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Crane, George T.

George T. Crane, president of the Crane Shoe Company, follows well formulated plans in the conduct of his business and meets every emergency that arises with a resourcefulness that enables him to conquer difficulties and bring to successful conclusion whatever he undertakes. His birth occurred in Cascade, Dubuque county, Iowa, September 8, 1854, his parents being Peter F. and Nancy (Elliott) Crane. His parents were pioneers of Iowa to which state they had removed from Batavia, New York. During his youthful days George T. Crane was a pupil in the public schools of his native county and then, seeking the broader business opportunities of the city, made his way to Chicago, obtaining employment in the wholesale house of Benham, Trumbull & Company, with whom he remained until 1882. Thinking to find still better advantages in the west where competition was not yet so great and where rapid development offered an excellent field, he came to Spokane and established a hardware store on Howard street, between Front and Main avenues, conducting his enterprise under the firm name of George T. Crane & Company until 1384. On the discovery of gold in the Coeur d'Alene district he disposed of his mercantile interests and went to the mines in the vicinity of Murray. Idaho, where he engaged in placer mining through the summer. He became convinced, however, that his fortune was not to be made in that field and returning to Spokane he again entered commercial circles by purchasing an interest in the firm of Taylor & Sharkey, dealers in agricultural implements, with whom he remained for about two years. On the opening of the Wardner camp he made his way there and in partnership with E. C. Gove established a general mercantile store, opening with the first stock of goods in the camp. The business was conducted under the firm style of Gove & Crane until 1892, when the junior partner sold out and went to Rossland, British Columbia, being there at the opening of that camp. In partnership with Frank C. Loring and F. E. Snodgrass he purchased and developed the Josie mine, afterward selling out to the British syndicate that purchased and consolidated many mines in that district. Their old mine is now known as the Le Roi No. 2.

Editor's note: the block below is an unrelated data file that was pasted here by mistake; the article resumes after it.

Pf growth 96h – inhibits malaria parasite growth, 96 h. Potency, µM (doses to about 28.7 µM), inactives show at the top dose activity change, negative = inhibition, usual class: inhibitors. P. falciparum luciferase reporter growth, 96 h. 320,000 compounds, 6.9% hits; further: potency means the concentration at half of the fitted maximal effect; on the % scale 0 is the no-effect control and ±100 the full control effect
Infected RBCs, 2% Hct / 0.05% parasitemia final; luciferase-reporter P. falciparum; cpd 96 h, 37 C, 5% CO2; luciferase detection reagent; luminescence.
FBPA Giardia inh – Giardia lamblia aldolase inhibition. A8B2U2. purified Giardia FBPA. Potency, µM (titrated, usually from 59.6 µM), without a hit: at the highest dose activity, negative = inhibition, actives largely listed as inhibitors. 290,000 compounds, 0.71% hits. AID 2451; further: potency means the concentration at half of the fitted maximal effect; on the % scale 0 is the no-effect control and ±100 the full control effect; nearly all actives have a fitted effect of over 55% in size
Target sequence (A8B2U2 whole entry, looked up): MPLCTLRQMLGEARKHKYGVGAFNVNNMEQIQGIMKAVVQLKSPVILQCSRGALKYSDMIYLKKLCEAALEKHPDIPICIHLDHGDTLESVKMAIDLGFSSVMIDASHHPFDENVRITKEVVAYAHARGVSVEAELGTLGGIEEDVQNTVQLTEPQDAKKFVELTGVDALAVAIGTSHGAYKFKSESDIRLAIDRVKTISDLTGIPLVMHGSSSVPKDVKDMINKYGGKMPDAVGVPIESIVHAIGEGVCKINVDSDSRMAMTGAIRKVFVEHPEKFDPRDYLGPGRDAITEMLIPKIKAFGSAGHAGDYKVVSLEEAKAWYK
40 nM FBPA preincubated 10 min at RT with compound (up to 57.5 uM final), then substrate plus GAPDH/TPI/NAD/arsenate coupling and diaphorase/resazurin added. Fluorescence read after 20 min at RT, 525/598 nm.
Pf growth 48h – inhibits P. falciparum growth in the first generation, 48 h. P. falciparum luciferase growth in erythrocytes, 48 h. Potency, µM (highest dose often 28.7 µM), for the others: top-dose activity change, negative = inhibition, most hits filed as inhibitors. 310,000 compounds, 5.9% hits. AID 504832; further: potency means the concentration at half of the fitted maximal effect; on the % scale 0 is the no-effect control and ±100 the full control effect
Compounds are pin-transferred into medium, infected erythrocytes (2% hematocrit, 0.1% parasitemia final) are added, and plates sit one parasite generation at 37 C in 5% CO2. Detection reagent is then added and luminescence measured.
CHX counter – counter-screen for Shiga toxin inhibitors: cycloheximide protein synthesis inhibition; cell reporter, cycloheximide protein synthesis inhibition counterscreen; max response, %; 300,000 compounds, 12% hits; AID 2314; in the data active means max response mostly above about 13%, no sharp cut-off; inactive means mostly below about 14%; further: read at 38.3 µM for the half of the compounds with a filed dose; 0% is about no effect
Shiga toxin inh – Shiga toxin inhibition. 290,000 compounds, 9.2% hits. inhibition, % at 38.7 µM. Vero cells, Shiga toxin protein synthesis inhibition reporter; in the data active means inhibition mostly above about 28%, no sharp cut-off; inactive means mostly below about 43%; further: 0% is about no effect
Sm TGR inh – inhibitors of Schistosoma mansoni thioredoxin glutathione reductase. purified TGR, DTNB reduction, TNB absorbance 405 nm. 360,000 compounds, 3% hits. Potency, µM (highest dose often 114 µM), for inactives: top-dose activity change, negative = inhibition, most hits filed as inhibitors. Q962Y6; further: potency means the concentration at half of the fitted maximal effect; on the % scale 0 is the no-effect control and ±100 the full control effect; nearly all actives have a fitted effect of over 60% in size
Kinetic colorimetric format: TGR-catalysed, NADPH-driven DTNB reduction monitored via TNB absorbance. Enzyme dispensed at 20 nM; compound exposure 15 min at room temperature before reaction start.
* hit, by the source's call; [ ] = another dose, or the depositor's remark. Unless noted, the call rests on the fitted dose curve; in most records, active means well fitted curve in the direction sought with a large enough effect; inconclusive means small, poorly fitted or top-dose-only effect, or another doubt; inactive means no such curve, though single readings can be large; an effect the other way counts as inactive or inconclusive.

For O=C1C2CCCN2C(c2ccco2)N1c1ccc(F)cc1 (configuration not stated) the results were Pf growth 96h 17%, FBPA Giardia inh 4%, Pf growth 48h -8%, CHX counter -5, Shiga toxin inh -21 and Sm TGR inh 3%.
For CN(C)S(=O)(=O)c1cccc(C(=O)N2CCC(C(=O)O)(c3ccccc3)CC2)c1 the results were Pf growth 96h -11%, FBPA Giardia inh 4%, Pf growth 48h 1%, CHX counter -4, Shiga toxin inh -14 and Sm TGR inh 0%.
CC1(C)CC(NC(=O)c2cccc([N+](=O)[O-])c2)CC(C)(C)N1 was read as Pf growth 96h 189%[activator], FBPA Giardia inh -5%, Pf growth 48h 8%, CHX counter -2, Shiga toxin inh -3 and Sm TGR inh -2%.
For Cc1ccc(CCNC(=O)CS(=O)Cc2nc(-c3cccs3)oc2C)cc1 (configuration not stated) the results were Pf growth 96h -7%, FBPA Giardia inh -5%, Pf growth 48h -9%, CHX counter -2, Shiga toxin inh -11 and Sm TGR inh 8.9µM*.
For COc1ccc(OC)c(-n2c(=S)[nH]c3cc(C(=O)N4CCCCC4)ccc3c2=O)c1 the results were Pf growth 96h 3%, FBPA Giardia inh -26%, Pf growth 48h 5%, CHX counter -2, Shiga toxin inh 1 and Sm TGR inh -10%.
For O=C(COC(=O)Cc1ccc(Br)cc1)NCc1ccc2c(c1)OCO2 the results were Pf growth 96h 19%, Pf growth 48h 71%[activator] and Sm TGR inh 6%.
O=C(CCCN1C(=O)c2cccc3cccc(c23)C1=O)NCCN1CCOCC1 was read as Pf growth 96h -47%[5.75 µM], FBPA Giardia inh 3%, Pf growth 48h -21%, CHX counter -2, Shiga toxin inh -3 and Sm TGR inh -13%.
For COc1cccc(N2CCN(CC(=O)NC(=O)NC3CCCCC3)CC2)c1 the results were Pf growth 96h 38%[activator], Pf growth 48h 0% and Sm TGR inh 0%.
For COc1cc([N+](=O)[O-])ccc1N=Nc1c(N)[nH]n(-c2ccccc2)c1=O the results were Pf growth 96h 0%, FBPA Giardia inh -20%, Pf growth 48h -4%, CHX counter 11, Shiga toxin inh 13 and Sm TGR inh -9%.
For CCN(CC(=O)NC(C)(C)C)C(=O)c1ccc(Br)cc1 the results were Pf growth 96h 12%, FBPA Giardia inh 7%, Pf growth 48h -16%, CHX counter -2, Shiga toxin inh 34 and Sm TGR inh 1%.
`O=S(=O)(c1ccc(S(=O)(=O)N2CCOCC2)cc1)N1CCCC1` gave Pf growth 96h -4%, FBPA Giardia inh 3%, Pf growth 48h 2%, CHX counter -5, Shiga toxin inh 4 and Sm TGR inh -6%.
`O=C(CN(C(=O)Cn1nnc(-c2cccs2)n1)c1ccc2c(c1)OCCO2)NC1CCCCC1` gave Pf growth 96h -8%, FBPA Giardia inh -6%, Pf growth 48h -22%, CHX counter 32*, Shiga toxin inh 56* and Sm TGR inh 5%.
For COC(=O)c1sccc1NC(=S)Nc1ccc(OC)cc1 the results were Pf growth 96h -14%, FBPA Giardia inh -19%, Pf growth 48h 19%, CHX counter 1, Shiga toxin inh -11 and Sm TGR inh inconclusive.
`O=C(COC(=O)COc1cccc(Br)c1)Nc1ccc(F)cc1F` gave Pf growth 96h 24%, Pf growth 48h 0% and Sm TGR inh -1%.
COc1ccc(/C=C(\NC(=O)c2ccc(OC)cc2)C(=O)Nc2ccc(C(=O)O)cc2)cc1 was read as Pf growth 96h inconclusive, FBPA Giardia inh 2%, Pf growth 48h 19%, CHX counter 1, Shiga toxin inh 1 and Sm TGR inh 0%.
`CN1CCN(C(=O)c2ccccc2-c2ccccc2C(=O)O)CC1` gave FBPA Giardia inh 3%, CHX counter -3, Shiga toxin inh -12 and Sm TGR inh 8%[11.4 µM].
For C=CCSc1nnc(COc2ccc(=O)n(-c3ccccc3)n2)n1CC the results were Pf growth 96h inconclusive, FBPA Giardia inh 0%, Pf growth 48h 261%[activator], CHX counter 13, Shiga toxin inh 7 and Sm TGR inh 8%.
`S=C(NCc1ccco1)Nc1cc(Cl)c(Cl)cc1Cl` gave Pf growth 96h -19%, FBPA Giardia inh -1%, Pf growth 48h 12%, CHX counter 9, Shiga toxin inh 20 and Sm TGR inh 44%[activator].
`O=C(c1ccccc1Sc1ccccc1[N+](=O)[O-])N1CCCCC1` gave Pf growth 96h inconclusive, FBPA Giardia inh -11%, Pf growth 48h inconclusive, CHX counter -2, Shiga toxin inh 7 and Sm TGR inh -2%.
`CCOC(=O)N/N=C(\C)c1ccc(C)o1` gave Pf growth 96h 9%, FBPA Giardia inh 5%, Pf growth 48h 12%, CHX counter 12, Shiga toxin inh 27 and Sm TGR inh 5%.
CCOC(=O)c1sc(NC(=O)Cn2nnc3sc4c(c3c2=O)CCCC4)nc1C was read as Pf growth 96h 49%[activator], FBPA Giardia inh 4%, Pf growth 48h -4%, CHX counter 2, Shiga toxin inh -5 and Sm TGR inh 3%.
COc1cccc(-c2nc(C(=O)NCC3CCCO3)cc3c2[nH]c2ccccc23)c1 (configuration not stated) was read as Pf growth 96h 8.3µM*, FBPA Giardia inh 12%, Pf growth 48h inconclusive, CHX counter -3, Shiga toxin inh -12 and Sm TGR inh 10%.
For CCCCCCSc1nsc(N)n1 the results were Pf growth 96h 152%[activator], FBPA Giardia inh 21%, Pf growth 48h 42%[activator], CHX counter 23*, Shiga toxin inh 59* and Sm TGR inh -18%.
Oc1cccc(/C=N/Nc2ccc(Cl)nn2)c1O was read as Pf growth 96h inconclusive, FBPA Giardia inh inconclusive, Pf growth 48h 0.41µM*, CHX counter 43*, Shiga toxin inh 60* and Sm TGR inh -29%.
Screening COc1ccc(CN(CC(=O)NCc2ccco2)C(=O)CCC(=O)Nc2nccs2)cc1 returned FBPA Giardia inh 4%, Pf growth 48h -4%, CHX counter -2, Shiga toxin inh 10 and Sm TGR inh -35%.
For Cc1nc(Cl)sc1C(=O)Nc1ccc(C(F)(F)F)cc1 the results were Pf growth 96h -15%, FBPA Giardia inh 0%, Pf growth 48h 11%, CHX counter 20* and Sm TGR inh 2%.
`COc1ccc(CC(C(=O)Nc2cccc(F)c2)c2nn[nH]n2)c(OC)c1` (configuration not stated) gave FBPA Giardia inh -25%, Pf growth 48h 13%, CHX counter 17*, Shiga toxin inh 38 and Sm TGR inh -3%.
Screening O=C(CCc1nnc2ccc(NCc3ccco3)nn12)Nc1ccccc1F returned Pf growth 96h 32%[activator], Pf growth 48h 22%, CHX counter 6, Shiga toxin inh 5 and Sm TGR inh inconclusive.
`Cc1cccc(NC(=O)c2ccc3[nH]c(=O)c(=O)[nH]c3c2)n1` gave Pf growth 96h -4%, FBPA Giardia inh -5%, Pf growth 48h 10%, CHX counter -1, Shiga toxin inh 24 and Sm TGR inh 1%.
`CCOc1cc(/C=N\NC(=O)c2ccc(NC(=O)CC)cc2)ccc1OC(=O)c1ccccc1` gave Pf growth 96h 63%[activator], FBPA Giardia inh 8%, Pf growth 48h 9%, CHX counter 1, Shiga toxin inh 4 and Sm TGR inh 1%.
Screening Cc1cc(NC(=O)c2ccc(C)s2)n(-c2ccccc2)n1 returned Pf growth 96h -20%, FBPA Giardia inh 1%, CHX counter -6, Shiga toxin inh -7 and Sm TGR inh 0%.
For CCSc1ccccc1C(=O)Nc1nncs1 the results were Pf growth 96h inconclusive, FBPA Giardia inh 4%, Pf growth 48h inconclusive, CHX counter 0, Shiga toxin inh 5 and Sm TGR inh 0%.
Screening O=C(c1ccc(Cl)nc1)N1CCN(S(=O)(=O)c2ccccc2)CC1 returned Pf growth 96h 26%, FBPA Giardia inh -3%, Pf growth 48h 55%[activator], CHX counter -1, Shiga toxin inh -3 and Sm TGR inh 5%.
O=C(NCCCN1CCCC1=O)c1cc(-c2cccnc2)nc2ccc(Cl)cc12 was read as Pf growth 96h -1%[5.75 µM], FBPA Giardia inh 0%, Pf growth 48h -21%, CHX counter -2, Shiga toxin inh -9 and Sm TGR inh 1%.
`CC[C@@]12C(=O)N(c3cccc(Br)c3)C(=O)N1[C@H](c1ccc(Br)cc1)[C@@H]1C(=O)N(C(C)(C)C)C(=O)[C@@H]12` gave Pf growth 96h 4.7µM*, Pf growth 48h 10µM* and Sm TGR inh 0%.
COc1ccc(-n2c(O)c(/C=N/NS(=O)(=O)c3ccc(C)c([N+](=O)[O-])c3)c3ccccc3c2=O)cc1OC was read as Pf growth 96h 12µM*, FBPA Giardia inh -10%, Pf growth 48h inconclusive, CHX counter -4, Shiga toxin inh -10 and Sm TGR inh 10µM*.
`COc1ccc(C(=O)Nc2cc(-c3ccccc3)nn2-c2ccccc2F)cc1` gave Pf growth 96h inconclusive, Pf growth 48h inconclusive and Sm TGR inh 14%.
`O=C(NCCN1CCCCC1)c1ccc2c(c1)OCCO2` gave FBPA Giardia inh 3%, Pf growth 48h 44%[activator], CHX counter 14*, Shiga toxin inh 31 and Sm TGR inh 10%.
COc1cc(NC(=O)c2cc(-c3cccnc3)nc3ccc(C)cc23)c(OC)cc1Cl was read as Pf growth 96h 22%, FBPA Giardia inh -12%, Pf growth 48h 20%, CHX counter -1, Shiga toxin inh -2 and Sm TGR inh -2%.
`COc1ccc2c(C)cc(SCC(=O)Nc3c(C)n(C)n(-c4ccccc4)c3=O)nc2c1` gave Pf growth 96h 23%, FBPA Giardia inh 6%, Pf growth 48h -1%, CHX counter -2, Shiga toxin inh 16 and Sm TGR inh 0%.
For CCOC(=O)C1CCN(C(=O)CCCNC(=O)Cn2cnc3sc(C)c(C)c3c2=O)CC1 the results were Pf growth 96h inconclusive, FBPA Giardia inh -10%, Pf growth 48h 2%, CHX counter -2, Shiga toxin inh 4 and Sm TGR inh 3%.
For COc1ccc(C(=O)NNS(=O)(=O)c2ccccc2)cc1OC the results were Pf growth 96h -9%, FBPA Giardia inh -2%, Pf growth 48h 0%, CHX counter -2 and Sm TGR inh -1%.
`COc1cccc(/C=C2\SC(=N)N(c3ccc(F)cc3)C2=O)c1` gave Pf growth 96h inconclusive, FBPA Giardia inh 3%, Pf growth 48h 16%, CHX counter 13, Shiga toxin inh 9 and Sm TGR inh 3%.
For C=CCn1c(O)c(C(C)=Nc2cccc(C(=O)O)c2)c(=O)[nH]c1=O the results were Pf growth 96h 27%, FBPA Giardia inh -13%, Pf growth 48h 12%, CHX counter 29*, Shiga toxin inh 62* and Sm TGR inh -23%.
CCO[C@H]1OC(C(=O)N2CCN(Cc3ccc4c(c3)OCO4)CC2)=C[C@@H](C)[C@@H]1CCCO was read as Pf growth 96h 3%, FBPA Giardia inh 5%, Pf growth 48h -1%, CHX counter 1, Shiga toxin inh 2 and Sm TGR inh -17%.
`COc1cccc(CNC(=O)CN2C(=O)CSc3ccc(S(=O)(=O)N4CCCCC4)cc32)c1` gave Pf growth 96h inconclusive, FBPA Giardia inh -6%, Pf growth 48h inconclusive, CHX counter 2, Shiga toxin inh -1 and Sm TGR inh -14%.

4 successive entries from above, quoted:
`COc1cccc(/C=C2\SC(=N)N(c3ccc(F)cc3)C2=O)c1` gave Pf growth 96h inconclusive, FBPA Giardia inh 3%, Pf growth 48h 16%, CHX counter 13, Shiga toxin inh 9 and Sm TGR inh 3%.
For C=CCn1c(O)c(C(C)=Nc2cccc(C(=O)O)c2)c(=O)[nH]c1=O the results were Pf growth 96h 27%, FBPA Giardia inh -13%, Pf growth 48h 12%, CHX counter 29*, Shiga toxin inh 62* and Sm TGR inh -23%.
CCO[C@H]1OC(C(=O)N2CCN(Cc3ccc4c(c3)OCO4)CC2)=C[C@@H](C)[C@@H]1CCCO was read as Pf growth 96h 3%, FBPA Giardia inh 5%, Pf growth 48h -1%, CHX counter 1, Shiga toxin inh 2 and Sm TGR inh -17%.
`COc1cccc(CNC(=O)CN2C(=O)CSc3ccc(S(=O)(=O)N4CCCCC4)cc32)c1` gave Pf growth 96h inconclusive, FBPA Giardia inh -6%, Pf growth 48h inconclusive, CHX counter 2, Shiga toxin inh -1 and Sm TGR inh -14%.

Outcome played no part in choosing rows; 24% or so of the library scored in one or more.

Mr. Crane returned to Spokane in 1896 and purchased an interest in the shoe store of Henry Hill, afterward organizing a stock company under the name of the Hill Shoe Company, of which he became president. In 1898 their store was removed from its original location at the corner of Sprague and Howard streets to 519 Riverside avenue, where the business has since been conducted. In 1903 Mr. Crane purchased the Hill interests and changed the name to the Crane Shoe Company, being today at the head of the largest and finest retail shoe store in the northwest. The business has constantly expanded until the volume of trade is now most gratifying and the reputation of the house is unassailable.
In his home life Mr. Crane finds the enjoyment which constitutes an even balance to his various business cares and responsibilities. He was married August 31, 1876, at Ottawa, Kansas, to Miss Margaret Wright, of that place, and they now have two sons and a daughter: Earl B. and Frank G., who are identified with their father in business; and Marguerite, the wife of John G. MacDonnell, of Boston, Massachusetts. Mrs. Crane was a daughter of William and Rose (McKittrick) Wright, of Ottawa, Kansas. Mr. and Mrs. Crane now reside at No. 817 South Adams street, where he built a pleasant residence about four years ago. They are prominent members of the Christian Science church in which Mr. Crane has served as a trustee for several years. He belongs to the Masonic fraternity and in Oriental Consistory, No. 2, S. P. R. S., he has attained the thirty-second degree. He has also been more or less active in politics, recognizing the duties and obligations as well as the privileges of citizenship. His views accord with the principles of the republican party and in 1884 he was elected upon that ticket to the city council. Through the succeeding years he was a member of the Spokane school board and in 1907-08 represented his district in the state legislature. He is a statesman with an eye to practical results and not glittering generalities. His party fealty is not grounded on personal prejudice. He is thoroughly familiar with the great issues which divide the two parties that have roots extending down to the very bedrock foundation of the republic. He has also studied the lessons of life and has arrived at his own conclusions, the result of which may be called his post-graduate studies in the school of affairs. Such men, either in office or out, are the natural leaders of whichever party they may be identified with, especially in that movement toward better politics which is common to both parties and which constitutes the most hopeful political sign of the period.

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